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RECORD NUMBER: 27 OF 101

OLS Field Name OLS Field Data
Main Title Ecologies of the heart : emotion, belief, and the environment /
Author Anderson, E. N., ; Anderson, Eugene N.
Publisher Oxford University Press,
Year Published 1996
OCLC Number 32312350
ISBN 0195090101; 9780195090109
Subjects Environmental policy. ; Environmental protection. ; Human ecology. ; Environmental sciences--Philosophy. ; Humanèokologie.--(DE-588)4026152-9 ; Indigenes Volk.--(DE-588)4187207-1 ; Natur.--(DE-588)4041358-5 ; Umweltbewusstsein.--(DE-588)4078517-8 ; Umweltschutz.--(DE-588)4061644-7 ; Ureinwohner.
Internet Access
Description Access URL
Table of contents http://bvbr.bib-bvb.de:8991/F?func=service&doc_library=BVB01&local_base=BVB01&doc_number=007263513&line_number=0001&func_code=DB_RECORDS&service_type=MEDIA
Contributor biographical information http://catdir.loc.gov/catdir/enhancements/fy0725/95013747-b.html
Publisher description http://catdir.loc.gov/catdir/enhancements/fy0602/95013747-d.html
Holdings
Library Call Number Additional Info Location Last
Modified
Checkout
Status
EJEM  GE170.A53 1996 OCSPP Chemical Library/Washington,DC 11/21/1997
Collation ix, 256 p. ; 25 cm.
Notes
Includes bibliographical references (p. {215}-233) and index.
Contents Notes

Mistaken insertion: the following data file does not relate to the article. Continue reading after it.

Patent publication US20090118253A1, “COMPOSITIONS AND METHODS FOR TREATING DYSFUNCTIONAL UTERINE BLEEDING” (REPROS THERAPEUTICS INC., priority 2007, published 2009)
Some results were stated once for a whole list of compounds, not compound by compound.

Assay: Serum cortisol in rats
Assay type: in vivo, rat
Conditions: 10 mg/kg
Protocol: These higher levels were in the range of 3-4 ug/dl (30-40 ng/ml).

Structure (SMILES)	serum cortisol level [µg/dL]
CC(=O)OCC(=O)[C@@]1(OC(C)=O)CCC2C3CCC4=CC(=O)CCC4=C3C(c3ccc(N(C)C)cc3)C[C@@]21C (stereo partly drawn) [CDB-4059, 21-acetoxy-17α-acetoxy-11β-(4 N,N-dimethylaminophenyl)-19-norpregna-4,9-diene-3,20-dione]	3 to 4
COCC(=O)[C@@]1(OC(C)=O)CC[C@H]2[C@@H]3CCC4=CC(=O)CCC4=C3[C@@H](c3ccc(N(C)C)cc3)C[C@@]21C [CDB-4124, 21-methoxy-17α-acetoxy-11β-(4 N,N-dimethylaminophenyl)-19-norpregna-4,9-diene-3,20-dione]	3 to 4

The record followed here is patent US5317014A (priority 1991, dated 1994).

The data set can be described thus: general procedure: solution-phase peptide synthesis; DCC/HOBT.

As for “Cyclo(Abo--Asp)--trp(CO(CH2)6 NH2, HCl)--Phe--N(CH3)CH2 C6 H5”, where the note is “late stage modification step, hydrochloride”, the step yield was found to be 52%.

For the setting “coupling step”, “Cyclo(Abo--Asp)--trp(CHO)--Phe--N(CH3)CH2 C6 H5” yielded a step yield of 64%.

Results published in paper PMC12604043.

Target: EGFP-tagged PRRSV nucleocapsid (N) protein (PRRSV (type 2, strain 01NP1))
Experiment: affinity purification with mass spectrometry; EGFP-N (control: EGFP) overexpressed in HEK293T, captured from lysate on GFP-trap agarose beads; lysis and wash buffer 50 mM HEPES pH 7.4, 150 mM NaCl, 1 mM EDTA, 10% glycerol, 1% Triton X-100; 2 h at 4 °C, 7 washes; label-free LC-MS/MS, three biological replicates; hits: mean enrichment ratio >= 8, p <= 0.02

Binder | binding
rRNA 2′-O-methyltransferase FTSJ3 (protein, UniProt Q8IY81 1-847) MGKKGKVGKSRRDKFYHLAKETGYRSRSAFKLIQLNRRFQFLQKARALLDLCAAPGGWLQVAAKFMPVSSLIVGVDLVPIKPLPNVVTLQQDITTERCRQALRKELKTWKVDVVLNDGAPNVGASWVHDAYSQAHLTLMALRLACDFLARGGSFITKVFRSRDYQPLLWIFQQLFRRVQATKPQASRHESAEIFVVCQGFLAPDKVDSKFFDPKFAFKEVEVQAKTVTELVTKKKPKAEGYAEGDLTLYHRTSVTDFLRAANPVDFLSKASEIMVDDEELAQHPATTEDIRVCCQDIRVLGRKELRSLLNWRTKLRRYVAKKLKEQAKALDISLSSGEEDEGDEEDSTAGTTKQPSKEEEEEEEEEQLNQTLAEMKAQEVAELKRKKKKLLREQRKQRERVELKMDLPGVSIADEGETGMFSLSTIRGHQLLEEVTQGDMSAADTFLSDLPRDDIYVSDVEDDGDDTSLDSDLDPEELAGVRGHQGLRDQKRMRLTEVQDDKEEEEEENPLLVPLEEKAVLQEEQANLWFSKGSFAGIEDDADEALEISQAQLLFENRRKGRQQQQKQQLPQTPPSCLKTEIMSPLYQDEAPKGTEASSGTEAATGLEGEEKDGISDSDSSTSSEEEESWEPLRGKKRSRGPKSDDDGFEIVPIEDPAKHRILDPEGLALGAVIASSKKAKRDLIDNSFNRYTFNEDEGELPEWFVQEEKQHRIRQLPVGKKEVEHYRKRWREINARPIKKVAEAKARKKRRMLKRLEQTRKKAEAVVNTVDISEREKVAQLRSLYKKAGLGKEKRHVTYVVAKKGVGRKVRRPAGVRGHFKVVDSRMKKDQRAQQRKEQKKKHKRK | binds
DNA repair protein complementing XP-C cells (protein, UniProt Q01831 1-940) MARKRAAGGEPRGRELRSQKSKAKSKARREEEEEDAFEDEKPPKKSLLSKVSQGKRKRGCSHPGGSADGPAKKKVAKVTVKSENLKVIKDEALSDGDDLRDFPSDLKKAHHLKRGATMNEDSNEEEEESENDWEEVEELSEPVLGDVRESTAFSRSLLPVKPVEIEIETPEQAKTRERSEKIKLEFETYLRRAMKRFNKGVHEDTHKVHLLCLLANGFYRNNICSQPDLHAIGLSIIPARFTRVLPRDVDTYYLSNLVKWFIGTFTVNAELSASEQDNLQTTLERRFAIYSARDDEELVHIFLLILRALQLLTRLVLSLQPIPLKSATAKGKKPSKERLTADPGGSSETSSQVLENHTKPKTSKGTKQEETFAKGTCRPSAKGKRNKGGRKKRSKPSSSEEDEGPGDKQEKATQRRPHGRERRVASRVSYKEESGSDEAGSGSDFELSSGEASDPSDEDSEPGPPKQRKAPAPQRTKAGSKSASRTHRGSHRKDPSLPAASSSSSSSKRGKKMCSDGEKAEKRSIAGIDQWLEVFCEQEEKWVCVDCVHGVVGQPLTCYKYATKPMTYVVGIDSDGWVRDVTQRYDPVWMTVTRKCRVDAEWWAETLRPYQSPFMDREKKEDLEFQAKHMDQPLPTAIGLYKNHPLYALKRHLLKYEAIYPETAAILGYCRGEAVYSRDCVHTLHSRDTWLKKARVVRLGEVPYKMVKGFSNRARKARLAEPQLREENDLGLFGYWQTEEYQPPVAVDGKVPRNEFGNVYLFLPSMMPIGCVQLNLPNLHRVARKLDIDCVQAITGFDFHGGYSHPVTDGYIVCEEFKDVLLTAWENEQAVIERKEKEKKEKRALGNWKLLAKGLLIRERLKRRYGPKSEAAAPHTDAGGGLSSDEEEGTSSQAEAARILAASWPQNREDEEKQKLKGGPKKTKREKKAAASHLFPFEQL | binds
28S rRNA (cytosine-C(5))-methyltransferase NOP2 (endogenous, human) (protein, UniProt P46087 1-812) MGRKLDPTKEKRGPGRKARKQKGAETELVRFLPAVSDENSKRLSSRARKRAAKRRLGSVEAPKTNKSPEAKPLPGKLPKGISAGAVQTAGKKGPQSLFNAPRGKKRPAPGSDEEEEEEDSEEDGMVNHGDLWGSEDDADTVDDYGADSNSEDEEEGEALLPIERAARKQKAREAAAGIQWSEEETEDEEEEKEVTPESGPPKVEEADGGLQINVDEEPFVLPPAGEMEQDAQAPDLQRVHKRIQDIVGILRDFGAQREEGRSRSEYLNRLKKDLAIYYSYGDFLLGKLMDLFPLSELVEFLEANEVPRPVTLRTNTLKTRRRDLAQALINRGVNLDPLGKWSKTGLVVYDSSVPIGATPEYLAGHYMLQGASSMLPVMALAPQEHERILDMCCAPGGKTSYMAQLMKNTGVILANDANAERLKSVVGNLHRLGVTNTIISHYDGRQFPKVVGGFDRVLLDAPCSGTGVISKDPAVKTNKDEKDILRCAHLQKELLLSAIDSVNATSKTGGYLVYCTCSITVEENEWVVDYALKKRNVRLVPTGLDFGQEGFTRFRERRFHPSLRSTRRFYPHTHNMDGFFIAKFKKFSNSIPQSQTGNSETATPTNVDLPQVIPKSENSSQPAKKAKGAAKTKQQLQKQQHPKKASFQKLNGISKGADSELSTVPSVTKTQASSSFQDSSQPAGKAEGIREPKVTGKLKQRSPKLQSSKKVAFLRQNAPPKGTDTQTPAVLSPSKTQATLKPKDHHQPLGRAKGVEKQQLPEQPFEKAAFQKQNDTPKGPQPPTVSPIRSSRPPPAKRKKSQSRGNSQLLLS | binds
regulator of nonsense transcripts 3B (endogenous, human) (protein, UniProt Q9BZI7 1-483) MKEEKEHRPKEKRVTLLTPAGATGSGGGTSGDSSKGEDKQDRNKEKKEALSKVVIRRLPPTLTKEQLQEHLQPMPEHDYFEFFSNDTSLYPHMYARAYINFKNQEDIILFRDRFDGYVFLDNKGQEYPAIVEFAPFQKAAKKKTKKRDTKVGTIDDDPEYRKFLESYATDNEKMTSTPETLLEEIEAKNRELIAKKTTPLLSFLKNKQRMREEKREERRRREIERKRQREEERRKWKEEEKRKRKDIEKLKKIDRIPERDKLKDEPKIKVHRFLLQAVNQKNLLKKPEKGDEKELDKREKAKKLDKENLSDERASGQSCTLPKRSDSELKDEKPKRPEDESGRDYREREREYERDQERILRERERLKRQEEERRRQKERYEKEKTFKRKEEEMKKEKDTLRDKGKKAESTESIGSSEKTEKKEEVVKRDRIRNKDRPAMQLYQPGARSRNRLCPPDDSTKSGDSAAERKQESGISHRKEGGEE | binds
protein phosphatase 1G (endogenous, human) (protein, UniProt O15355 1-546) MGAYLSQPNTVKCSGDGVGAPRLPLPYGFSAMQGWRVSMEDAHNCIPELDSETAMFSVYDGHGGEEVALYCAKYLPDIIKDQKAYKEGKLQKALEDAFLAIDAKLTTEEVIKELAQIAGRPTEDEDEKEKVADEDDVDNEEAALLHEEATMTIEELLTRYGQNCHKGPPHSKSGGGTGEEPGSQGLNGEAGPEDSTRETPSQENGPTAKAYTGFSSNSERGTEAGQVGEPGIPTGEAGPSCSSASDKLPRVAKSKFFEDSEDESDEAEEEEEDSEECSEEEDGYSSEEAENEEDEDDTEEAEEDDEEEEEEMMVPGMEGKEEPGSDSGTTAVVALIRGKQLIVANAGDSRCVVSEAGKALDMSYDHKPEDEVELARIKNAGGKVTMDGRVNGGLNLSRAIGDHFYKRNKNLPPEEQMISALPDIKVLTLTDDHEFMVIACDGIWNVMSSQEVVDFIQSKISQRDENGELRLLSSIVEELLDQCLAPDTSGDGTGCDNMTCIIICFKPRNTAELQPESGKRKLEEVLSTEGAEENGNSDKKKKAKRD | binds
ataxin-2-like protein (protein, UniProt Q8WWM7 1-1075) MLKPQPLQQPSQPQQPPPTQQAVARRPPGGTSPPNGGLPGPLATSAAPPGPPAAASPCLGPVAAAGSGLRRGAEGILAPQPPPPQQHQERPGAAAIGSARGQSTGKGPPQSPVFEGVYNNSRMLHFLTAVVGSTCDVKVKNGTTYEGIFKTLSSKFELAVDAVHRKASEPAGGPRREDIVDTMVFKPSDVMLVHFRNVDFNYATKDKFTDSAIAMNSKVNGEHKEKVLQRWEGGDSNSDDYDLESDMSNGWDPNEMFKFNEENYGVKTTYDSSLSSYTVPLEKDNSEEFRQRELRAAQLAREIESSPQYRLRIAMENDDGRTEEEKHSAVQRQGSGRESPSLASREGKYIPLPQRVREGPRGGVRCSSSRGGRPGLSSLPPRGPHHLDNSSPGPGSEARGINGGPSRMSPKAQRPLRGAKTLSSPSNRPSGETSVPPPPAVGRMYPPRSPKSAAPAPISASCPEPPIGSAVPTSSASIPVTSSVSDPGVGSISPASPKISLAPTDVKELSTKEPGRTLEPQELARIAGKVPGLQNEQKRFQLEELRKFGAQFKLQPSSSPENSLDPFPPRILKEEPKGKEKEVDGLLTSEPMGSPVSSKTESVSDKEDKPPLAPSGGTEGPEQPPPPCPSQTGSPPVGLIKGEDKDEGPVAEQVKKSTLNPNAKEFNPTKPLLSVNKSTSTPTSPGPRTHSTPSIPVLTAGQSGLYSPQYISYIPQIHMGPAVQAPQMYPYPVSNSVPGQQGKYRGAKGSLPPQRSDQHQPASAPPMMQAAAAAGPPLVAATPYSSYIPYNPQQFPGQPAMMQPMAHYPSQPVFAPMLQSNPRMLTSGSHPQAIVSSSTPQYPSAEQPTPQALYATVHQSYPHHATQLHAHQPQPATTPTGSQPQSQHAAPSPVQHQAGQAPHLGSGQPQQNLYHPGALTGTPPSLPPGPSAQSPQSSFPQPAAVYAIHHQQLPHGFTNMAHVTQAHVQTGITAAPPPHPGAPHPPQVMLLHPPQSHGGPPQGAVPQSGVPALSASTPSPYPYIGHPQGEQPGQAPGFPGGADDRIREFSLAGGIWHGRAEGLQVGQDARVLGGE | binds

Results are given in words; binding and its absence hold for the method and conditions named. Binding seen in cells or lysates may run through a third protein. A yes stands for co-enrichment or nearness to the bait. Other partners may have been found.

Landscape with figures -- Feng-shui: ideology and ecology -- Chinese nutritional therapy -- Learning from the land otter: religious representation of traditional resource management -- Managing the rainforest: Maya agriculture in the town of the wild plums -- Needs and human nature -- Information processing: rational and irrational transcended -- Culture: ecology in a wider context -- In and out of institutions -- The disenchanted: religion as ecological control, and its modern fate. "There is much we can learn about conservation from native peoples, says Gene Anderson. While the advanced nations of the West have failed to control overfishing, deforestation, soil erosion, pollution, and a host of other environmental problems, many traditional peoples manage their natural resources quite successfully. And if some traditional peoples mismanage the environment - the irrational value some place on rhino horn, for instance, has left this species endangered - the fact remains that most have found ways to introduce sound ecological management into their daily lives. Why have they succeeded while we have failed? In Ecologies of the Heart, Gene Anderson reveals how religion and other folk beliefs help pre-industrial peoples control and protect their resources. Equally important, he offers much insight into why our own environmental policies have failed and what we can do to better manage our resources." "He has concluded that all traditional societies that have managed resources well over time have done so in part through religion - by the use of emotionally powerful cultural symbols that reinforce particular resource management strategies. Moreover, he argues that these religious beliefs, while seeming unscientific, if not irrational at first glance, are actually based on long observation of nature. To illustrate this insight, he includes many fascinating portraits of native life." "Folk beliefs are often dismissed as irrational superstitions. Yet as Anderson shows, these beliefs do more to protect the environment than modern science does in the West. Full of insights, Ecologies of the Heart mixes anthropology with ecology and psychology, traditional myth and folklore with informed discussions of conservation efforts in industrial society, to reveal a strikingly new approach to our current environmental crises."--Jacket.